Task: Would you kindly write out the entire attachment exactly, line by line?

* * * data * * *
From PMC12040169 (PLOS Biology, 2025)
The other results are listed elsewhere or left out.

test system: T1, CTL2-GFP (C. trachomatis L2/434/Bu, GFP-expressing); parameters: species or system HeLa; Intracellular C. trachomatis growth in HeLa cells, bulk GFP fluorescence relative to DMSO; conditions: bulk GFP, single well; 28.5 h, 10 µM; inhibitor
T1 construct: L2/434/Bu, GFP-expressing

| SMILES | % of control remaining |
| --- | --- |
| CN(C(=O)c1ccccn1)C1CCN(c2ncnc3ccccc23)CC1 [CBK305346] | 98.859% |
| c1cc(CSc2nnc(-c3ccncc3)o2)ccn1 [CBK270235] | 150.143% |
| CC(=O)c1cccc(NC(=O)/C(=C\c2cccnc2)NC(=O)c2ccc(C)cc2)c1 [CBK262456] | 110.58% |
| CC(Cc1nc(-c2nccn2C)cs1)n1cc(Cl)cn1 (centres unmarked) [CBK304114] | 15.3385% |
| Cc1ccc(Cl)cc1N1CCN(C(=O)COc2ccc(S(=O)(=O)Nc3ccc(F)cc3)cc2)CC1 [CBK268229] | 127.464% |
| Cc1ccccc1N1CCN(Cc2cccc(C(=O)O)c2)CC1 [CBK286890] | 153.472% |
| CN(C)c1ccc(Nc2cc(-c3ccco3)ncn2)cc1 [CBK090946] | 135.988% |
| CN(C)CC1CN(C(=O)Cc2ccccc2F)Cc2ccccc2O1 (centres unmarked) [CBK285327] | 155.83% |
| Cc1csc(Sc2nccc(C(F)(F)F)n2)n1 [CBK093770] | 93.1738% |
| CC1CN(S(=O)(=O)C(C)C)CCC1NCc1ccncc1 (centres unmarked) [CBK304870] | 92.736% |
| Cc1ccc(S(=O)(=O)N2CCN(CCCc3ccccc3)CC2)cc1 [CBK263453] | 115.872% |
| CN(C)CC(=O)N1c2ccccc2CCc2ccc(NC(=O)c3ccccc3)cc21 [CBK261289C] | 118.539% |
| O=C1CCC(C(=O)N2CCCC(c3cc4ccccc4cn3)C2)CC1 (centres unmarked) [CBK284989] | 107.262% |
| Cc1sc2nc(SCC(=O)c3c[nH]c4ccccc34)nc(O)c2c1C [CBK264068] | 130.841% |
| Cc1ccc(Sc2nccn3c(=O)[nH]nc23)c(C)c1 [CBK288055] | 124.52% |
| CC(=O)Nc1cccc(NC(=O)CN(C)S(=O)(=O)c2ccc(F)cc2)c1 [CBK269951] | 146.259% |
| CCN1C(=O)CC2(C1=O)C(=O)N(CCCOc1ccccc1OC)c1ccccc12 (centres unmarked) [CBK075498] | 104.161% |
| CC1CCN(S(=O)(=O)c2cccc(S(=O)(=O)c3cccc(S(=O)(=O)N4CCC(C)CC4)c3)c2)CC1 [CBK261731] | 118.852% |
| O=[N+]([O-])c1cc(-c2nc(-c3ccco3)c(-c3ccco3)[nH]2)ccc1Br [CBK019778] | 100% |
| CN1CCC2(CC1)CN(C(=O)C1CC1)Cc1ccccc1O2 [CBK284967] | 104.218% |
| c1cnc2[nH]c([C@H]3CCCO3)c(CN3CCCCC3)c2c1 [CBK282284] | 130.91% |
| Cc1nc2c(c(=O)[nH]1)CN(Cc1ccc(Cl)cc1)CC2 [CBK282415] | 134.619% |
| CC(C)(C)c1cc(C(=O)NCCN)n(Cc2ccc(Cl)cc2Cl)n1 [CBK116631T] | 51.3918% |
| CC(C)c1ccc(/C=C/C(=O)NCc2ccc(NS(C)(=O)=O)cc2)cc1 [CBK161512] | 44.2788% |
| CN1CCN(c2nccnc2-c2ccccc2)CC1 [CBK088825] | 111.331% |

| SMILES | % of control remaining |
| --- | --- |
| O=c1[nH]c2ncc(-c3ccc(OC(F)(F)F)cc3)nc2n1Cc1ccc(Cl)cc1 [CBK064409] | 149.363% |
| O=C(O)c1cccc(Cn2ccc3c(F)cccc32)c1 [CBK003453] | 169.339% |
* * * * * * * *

From PMC12040169 (PLOS Biology, 2025)
The other results are listed elsewhere or left out.

test system: T1, CTL2-GFP (C. trachomatis L2/434/Bu, GFP-expressing); parameters: species or system HeLa; Intracellular C. trachomatis growth in HeLa cells, bulk GFP fluorescence relative to DMSO; conditions: bulk GFP, single well; 28.5 h, 10 µM; inhibitor
T1 construct: L2/434/Bu, GFP-expressing

| SMILES | % of control remaining |
| --- | --- |
| CN(C(=O)c1ccccn1)C1CCN(c2ncnc3ccccc23)CC1 [CBK305346] | 98.859% |
| c1cc(CSc2nnc(-c3ccncc3)o2)ccn1 [CBK270235] | 150.143% |
| CC(=O)c1cccc(NC(=O)/C(=C\c2cccnc2)NC(=O)c2ccc(C)cc2)c1 [CBK262456] | 110.58% |
| CC(Cc1nc(-c2nccn2C)cs1)n1cc(Cl)cn1 (centres unmarked) [CBK304114] | 15.3385% |
| Cc1ccc(Cl)cc1N1CCN(C(=O)COc2ccc(S(=O)(=O)Nc3ccc(F)cc3)cc2)CC1 [CBK268229] | 127.464% |
| Cc1ccccc1N1CCN(Cc2cccc(C(=O)O)c2)CC1 [CBK286890] | 153.472% |
| CN(C)c1ccc(Nc2cc(-c3ccco3)ncn2)cc1 [CBK090946] | 135.988% |
| CN(C)CC1CN(C(=O)Cc2ccccc2F)Cc2ccccc2O1 (centres unmarked) [CBK285327] | 155.83% |
| Cc1csc(Sc2nccc(C(F)(F)F)n2)n1 [CBK093770] | 93.1738% |
| CC1CN(S(=O)(=O)C(C)C)CCC1NCc1ccncc1 (centres unmarked) [CBK304870] | 92.736% |
| Cc1ccc(S(=O)(=O)N2CCN(CCCc3ccccc3)CC2)cc1 [CBK263453] | 115.872% |
| CN(C)CC(=O)N1c2ccccc2CCc2ccc(NC(=O)c3ccccc3)cc21 [CBK261289C] | 118.539% |
| O=C1CCC(C(=O)N2CCCC(c3cc4ccccc4cn3)C2)CC1 (centres unmarked) [CBK284989] | 107.262% |
| Cc1sc2nc(SCC(=O)c3c[nH]c4ccccc34)nc(O)c2c1C [CBK264068] | 130.841% |
| Cc1ccc(Sc2nccn3c(=O)[nH]nc23)c(C)c1 [CBK288055] | 124.52% |
| CC(=O)Nc1cccc(NC(=O)CN(C)S(=O)(=O)c2ccc(F)cc2)c1 [CBK269951] | 146.259% |
| CCN1C(=O)CC2(C1=O)C(=O)N(CCCOc1ccccc1OC)c1ccccc12 (centres unmarked) [CBK075498] | 104.161% |
| CC1CCN(S(=O)(=O)c2cccc(S(=O)(=O)c3cccc(S(=O)(=O)N4CCC(C)CC4)c3)c2)CC1 [CBK261731] | 118.852% |
| O=[N+]([O-])c1cc(-c2nc(-c3ccco3)c(-c3ccco3)[nH]2)ccc1Br [CBK019778] | 100% |
| CN1CCC2(CC1)CN(C(=O)C1CC1)Cc1ccccc1O2 [CBK284967] | 104.218% |
| c1cnc2[nH]c([C@H]3CCCO3)c(CN3CCCCC3)c2c1 [CBK282284] | 130.91% |
| Cc1nc2c(c(=O)[nH]1)CN(Cc1ccc(Cl)cc1)CC2 [CBK282415] | 134.619% |
| CC(C)(C)c1cc(C(=O)NCCN)n(Cc2ccc(Cl)cc2Cl)n1 [CBK116631T] | 51.3918% |
| CC(C)c1ccc(/C=C/C(=O)NCc2ccc(NS(C)(=O)=O)cc2)cc1 [CBK161512] | 44.2788% |
| CN1CCN(c2nccnc2-c2ccccc2)CC1 [CBK088825] | 111.331% |

| SMILES | % of control remaining |
| --- | --- |
| O=c1[nH]c2ncc(-c3ccc(OC(F)(F)F)cc3)nc2n1Cc1ccc(Cl)cc1 [CBK064409] | 149.363% |
| O=C(O)c1cccc(Cn2ccc3c(F)cccc32)c1 [CBK003453] | 169.339% |